There are no widely accepted, quantitative definitions for the end of a pandemic such as COVID-19. The end of the pandemic due to a new virus and the transition to endemicity may be defined based on a high proportion of the global population having some immunity from natural infection or vaccination. Other considerations include diminished death toll, diminished pressure on health systems, reduced actual and perceived personal risk, removal of restrictive measures and diminished public attention.

A threshold of 70% of the global population having being vaccinated or infected was probably already reached in the second half of 2021. Endemicity may still show major spikes of infections and seasonality, but typically less clinical burden, although some locations are still hit more than others. Death toll and ICU occupancy figures are also consistent with a transition to endemicity by end 2021/early 2022.

Personal risk of the vast majority of the global population was already very small by end 2021, but perceived risk may still be grossly overestimated. Restrictive measures of high stringency have persisted in many countries by early 2022. The gargantuan attention in news media, social media and even scientific circles should be tempered.

Public health officials need to declare the end of the pandemic. Mid- and long-term consequences of epidemic waves and of adopted measures on health, society, economy, civilization and democracy may perpetuate a pandemic legacy long after the pandemic itself has ended.


Claiming a time-stamped end-date for the COVID-19 pandemic is precarious. There is no rigorously quantitative definition of pandemics, let alone their end.1, 2 In dictionary terms, a pandemic is ‘an epidemic occurring worldwide, or over a very wide area, crossing international boundaries and usually affecting a large number of people’.3

To avoid naming ‘pandemics’ all seasonal viral waves, unusual severity (death toll, healthcare burden) may be sought. However, not all new viruses that become widely spread have high clinical burden. Thus, one may call the wide spread of a new virus (against which populations have little prior immunity) a pandemic, regardless of severity. One has to define carefully how the term ‘pandemic’ is used to avoid misunderstandings. Once a high population immunity threshold (from infection or vaccination) is attained, the pandemic transitions to an endemic phase.

Selecting any quantitative immunity threshold is arbitrary. Thresholds defined on basic reproduction number considerations (1−(1/R0)) make a lot of assumptions, do not allow properly for population heterogeneity, depend on R0 estimates that may not be accurate and are expected to change when variants with different R0 emerge and become dominant. Realistically, the threshold should be high, but not 100%. Probably, considerable population segments will remain unvaccinated despite all vaccination campaign efforts, and some unvaccinated people may still escape infection for many years. For noneradicated infectious agents, community transmission continues with recurrent seasonal waves and spikes of various heights in the endemic phase and with large differences across countries and locations. Despite high vaccination and prior infection rates, immunity may be insufficient to protect from mild infection and transmission (even less so, when new variants emerge), but may still markedly decrease serious outcomes.4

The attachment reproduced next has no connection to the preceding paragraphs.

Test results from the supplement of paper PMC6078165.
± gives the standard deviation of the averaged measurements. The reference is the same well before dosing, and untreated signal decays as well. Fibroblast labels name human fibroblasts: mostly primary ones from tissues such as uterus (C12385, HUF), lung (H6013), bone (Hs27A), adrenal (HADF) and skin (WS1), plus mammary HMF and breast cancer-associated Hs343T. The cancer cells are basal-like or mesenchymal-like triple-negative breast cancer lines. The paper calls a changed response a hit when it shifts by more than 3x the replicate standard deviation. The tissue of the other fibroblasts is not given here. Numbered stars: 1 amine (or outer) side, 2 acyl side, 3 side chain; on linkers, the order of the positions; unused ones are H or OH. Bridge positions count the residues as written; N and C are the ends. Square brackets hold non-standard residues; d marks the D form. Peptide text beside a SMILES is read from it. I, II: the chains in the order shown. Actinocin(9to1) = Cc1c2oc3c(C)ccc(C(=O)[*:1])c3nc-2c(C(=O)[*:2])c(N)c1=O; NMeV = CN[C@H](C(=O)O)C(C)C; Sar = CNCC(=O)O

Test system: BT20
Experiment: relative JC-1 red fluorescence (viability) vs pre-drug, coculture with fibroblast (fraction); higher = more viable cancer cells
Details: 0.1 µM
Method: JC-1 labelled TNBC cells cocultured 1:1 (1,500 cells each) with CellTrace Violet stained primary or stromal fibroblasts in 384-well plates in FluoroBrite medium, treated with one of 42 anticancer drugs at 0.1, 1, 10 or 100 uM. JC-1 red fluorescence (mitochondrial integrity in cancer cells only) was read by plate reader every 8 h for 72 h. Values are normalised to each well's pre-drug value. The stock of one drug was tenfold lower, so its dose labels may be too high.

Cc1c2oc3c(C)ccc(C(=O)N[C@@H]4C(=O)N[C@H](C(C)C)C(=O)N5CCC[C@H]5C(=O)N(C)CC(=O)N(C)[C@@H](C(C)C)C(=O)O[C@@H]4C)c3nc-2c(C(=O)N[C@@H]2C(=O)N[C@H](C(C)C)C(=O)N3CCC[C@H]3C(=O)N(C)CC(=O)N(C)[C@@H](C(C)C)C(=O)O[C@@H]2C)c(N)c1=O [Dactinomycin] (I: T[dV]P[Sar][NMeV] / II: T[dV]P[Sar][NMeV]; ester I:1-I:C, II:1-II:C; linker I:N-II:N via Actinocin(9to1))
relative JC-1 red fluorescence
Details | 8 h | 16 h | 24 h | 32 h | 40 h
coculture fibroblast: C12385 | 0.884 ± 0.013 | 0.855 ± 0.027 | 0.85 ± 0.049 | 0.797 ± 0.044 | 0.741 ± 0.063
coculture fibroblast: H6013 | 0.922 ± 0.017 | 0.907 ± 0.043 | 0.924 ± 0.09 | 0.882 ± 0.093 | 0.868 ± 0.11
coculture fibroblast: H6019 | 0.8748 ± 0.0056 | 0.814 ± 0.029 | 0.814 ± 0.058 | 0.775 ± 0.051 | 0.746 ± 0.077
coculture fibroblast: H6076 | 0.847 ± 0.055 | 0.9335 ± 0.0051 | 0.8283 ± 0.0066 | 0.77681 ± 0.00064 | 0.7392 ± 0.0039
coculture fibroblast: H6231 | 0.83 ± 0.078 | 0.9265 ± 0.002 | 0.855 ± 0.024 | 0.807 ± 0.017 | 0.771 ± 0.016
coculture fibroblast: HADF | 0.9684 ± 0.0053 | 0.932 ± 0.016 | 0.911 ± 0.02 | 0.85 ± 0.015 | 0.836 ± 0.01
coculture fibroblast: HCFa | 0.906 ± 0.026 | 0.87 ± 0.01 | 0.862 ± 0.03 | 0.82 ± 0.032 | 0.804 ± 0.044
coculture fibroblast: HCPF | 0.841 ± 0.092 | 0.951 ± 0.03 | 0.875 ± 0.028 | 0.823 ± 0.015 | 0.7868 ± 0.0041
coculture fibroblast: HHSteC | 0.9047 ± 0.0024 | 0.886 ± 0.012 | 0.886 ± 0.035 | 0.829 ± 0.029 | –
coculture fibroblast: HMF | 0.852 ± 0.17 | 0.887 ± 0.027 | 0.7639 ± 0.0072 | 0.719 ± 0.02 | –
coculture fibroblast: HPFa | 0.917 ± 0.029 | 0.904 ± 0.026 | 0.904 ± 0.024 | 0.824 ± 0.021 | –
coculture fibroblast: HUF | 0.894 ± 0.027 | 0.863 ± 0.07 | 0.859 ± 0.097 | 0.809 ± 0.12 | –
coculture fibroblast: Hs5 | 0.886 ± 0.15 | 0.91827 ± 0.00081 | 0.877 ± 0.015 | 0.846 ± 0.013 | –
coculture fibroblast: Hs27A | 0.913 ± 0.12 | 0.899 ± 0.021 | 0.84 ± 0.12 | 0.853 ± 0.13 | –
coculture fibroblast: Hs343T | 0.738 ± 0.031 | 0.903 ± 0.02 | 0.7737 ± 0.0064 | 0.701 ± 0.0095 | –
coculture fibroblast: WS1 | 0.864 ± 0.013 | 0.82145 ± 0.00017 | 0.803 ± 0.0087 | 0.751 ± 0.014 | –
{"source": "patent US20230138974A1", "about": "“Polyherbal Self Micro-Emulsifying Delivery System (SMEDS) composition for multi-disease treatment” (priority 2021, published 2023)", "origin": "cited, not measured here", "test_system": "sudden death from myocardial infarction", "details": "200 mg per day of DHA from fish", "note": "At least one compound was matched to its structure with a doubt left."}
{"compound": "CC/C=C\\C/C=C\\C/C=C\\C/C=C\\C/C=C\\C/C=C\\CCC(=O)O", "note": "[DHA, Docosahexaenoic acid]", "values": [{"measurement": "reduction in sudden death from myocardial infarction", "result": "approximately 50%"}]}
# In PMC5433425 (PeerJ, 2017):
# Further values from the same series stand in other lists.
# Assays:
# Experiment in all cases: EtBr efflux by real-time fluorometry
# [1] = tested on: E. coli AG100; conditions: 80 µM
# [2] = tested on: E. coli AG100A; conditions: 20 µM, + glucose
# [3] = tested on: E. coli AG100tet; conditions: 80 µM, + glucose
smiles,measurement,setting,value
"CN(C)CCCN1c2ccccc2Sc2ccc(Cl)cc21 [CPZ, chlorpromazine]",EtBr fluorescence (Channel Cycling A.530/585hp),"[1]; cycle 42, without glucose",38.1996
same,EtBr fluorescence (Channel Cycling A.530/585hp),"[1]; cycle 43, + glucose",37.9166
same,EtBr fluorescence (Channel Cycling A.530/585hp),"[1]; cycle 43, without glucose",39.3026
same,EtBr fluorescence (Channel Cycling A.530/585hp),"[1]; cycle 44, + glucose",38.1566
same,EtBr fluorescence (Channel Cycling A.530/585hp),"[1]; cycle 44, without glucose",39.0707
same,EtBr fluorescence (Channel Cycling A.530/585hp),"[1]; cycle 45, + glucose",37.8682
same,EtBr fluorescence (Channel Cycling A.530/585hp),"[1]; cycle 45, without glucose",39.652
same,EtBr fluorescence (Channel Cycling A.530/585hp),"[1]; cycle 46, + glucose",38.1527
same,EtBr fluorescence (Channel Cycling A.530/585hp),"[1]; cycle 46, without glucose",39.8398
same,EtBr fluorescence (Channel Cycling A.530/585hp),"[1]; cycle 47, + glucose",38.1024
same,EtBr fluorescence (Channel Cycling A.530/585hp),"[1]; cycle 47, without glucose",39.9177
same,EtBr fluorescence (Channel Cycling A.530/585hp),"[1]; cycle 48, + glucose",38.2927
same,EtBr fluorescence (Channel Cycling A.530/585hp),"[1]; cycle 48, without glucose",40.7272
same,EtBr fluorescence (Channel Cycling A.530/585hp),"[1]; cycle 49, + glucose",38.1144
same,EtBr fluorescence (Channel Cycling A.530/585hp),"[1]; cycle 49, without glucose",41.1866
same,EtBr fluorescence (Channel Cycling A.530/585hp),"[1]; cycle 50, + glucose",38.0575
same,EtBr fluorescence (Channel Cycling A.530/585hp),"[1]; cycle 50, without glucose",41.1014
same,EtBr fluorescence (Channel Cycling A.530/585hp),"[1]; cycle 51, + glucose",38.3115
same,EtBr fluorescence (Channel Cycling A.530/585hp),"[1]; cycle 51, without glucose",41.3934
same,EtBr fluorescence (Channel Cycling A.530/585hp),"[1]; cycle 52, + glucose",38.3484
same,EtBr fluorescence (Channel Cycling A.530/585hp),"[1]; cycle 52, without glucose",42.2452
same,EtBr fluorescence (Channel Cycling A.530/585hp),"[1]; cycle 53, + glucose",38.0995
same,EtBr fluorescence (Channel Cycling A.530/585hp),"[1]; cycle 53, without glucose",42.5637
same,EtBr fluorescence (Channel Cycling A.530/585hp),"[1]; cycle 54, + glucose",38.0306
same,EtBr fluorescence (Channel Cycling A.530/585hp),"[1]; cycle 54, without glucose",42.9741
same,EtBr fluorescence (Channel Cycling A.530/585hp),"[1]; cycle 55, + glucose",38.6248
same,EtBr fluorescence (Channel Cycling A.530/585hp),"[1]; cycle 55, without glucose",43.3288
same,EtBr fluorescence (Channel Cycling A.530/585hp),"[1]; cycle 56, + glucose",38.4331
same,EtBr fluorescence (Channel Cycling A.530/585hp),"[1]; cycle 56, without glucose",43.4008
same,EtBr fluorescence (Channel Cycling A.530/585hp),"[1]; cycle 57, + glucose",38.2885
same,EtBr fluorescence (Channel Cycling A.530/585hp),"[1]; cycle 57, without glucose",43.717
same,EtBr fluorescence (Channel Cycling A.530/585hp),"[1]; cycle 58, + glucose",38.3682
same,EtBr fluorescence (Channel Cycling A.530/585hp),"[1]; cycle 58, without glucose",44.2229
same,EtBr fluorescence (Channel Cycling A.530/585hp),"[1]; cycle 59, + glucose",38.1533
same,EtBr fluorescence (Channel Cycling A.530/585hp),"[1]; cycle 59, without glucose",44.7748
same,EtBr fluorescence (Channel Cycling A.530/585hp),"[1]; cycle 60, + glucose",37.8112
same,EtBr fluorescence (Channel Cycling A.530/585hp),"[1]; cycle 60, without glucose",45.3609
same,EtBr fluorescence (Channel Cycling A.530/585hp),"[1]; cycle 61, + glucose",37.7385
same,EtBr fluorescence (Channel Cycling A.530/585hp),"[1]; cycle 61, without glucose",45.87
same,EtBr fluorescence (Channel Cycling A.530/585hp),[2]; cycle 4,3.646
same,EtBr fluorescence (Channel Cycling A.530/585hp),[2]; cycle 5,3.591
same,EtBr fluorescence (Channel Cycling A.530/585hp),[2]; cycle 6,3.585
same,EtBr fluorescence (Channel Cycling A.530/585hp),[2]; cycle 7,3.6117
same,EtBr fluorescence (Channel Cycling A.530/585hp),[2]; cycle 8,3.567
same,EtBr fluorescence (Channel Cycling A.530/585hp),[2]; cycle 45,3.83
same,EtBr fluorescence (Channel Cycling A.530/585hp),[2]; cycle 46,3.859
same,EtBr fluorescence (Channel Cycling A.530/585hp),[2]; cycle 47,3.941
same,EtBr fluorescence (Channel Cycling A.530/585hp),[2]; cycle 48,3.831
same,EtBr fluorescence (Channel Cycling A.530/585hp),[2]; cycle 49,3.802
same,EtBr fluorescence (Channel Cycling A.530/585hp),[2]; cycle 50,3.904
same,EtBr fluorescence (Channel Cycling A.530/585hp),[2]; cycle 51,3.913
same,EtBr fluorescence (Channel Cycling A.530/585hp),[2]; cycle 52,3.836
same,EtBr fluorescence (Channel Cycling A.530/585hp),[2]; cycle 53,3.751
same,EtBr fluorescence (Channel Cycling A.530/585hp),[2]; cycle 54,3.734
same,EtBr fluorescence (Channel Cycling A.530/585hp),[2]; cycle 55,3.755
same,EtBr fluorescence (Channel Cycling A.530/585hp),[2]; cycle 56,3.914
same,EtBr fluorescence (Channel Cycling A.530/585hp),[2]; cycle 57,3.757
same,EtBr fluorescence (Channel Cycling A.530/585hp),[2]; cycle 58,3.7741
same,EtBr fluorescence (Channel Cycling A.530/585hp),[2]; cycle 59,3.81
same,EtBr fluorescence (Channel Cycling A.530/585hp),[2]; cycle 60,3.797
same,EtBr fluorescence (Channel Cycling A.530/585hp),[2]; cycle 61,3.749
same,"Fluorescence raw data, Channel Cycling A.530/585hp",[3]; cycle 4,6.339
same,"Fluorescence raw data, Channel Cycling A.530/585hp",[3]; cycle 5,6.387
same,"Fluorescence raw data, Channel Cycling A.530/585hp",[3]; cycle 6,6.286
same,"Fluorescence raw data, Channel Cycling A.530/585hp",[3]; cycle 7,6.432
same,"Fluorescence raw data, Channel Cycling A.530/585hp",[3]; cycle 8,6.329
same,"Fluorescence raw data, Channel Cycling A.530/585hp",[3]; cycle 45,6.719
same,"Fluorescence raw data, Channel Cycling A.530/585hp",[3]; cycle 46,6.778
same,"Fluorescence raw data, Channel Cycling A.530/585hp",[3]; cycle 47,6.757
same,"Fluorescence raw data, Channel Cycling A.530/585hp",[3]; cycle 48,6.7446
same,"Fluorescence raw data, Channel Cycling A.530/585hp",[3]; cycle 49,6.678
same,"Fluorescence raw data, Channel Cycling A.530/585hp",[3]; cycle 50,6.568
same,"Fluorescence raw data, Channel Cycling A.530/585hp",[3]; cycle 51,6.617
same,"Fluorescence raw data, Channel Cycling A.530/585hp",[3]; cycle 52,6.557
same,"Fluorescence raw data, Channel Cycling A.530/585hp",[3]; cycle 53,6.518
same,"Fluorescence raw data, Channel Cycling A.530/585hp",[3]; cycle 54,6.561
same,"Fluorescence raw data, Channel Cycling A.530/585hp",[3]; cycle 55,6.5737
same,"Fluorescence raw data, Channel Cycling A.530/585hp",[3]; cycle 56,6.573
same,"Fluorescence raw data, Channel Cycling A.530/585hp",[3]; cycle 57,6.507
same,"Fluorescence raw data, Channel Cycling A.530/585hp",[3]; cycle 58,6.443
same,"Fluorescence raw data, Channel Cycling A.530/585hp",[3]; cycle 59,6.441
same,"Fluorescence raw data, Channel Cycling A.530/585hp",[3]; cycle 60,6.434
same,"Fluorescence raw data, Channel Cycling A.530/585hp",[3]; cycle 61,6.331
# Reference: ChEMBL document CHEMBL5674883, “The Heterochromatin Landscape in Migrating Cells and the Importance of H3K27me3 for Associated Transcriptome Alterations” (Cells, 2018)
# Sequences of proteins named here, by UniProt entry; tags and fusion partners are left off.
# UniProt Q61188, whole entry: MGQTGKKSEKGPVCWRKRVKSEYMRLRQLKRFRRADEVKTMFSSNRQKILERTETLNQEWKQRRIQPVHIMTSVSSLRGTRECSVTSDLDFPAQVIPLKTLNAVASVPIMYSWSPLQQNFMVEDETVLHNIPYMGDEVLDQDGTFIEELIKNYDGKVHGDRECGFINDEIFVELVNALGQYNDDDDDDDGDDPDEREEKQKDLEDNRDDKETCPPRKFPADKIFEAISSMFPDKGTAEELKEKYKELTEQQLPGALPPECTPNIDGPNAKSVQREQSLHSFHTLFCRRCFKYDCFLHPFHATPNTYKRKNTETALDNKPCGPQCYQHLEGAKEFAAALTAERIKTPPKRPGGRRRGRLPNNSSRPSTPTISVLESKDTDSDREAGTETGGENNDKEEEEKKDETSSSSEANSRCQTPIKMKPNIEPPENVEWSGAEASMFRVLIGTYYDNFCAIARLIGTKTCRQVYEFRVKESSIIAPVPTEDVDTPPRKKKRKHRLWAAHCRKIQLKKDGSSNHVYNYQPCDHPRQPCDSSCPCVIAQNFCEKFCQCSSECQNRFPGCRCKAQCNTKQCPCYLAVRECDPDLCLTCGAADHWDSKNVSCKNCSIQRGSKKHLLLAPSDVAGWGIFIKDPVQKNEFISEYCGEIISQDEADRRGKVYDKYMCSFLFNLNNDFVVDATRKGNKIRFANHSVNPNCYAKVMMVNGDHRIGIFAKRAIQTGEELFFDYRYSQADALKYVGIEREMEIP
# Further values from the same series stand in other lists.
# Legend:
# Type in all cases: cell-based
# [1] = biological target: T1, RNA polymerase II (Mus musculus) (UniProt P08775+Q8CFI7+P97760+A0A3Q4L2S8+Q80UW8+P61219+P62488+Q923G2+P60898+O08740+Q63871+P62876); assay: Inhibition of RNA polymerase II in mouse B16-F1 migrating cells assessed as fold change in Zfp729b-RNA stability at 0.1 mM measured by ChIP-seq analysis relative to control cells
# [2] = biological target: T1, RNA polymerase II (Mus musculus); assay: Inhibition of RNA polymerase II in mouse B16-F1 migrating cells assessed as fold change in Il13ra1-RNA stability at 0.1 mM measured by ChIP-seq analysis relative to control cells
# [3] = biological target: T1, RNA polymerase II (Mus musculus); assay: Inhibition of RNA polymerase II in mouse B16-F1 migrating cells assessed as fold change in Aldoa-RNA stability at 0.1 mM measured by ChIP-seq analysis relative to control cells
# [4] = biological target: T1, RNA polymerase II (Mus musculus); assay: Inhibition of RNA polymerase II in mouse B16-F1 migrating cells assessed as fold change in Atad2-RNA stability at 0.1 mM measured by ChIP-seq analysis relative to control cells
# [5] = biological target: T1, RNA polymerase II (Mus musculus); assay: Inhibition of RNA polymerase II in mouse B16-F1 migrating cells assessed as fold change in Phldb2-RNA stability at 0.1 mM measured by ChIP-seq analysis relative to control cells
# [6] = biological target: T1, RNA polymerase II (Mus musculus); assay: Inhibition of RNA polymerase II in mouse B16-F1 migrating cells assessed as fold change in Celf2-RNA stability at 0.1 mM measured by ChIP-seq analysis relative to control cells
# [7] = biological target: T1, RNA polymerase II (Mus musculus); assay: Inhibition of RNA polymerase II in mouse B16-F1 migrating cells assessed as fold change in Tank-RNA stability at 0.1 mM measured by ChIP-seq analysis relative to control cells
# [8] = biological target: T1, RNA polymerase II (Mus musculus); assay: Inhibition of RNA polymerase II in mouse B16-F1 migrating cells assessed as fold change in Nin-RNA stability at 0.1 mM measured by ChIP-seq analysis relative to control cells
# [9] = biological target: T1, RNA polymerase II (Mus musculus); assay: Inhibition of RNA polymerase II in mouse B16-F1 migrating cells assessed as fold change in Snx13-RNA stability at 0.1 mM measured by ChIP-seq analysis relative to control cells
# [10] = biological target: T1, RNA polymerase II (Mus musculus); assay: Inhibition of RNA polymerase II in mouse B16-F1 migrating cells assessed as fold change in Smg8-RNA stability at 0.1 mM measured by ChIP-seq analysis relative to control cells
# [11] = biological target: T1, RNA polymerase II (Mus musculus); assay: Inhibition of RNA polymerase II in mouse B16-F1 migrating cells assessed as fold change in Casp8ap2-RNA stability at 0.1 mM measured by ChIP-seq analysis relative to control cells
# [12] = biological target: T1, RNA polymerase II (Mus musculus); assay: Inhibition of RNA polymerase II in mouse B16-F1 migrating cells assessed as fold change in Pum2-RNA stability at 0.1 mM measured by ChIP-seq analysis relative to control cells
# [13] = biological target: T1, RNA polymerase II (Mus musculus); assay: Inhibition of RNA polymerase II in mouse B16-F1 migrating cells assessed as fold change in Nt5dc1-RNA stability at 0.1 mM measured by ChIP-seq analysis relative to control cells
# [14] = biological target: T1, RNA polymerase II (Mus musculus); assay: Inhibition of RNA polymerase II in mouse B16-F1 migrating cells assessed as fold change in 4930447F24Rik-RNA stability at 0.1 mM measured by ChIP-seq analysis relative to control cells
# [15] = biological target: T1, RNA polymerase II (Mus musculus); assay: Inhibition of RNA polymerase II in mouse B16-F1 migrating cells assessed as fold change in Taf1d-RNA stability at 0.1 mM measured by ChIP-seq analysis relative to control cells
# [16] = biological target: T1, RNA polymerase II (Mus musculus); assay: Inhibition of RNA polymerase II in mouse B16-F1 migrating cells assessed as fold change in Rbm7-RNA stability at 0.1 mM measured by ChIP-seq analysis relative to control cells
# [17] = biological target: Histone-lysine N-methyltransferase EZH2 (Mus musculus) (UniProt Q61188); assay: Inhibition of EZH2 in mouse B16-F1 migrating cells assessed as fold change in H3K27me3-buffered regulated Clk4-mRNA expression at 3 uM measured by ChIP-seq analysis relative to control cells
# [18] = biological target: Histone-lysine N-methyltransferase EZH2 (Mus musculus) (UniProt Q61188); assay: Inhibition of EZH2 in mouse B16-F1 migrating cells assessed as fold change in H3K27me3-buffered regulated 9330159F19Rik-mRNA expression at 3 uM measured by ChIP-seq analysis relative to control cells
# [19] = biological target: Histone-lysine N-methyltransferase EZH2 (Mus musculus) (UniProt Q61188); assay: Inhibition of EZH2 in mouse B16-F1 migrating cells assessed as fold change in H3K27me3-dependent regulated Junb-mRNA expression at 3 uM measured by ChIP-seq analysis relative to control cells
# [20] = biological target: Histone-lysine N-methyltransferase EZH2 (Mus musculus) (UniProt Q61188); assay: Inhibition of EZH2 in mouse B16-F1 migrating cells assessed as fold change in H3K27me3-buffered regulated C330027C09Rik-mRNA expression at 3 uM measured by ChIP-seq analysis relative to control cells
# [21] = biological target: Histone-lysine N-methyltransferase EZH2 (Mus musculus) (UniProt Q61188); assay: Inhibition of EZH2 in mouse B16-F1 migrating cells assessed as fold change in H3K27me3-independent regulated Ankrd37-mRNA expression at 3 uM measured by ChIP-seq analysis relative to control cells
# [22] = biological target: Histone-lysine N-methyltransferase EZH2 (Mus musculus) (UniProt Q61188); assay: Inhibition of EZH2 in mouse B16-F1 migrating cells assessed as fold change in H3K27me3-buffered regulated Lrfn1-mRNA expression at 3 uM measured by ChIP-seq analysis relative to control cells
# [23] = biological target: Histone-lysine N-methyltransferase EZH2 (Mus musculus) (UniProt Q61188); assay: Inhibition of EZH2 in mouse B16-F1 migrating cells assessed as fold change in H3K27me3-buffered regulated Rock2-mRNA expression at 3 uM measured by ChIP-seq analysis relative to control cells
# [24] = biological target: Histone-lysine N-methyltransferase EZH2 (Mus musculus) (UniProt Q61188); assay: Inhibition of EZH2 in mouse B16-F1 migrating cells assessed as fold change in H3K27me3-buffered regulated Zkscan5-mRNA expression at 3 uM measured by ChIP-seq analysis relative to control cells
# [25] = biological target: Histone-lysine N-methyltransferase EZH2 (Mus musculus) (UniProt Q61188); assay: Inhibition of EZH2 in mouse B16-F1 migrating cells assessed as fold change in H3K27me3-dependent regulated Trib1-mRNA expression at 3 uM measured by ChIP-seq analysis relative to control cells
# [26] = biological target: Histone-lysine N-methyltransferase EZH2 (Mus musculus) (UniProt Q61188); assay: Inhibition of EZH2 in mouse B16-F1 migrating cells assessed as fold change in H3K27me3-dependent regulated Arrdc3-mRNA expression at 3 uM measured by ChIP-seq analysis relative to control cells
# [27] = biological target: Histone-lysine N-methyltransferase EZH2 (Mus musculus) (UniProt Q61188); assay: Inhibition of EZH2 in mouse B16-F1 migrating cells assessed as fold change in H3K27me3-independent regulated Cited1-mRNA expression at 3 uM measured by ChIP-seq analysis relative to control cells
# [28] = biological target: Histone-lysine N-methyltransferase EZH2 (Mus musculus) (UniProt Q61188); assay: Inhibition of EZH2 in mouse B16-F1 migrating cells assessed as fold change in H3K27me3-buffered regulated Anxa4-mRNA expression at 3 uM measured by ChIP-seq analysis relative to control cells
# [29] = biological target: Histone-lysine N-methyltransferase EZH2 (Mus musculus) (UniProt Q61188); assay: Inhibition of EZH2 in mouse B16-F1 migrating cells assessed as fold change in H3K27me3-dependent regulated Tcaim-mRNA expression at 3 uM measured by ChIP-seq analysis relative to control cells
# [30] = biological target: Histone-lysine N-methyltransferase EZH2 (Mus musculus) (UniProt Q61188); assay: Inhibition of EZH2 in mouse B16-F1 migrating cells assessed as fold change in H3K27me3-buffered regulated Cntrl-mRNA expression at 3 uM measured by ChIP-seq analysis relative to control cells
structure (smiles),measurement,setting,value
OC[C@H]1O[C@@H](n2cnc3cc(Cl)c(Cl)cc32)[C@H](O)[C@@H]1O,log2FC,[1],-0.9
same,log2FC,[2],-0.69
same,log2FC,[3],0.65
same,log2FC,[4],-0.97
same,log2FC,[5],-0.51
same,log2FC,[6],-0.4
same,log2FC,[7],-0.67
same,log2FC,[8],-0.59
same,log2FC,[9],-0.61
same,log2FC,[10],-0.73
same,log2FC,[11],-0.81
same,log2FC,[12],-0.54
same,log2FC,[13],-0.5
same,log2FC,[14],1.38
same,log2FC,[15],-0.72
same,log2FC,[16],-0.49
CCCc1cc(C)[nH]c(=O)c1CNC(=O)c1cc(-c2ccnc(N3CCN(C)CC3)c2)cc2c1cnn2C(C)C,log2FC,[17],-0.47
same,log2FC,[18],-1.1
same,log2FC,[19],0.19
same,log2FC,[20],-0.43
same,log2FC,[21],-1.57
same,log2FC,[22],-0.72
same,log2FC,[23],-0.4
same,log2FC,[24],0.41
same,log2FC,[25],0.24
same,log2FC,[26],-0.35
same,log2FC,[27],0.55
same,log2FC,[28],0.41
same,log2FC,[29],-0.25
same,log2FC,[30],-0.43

If transition to SARS-CoV-2 endemicity requires a prior vaccination/infection threshold of 70%, this threshold was probably already reached globally during 2021, as discussed below. However, several other considerations should be evaluated before safely relegating the pandemic to the past. These include the persisting death toll, clinical burden, actual and perceived personal risk, continuing measures taken against COVID-19, public attention and the legacy of both epidemic waves and adopted measures.


By end 2021, 58% of the global population had received some vaccine and 49% had been fully vaccinated5 (although ‘fully’ may be a misnomer in the long-run). The proportion of people infected has uncertainty, because only a minority of infections are documented by testing.6 Based on almost 3000 seroprevalence estimates generated in various surveys to-date,7 probably 35–55% of the global population had been infected at least once by end 2021. By end 2021, probably 73–81% of the global population had been vaccinated, infected or both (Table 1). This may be even an underestimate. Therefore, a 70% threshold for the end of pandemic was already crossed during 2021 and SARS-CoV-2 entered its endemic phase. Massive Omicron variant surges since late 2021 added far more infections but were accompanied with lower mortality/clinical impact.810 While Omicron may also be intrinsically less lethal, the picture could be largely explained also as an endemic escape variant surging against widespread background population immunity.

Source – https://onlinelibrary.wiley.com/doi/10.1111/eci.13782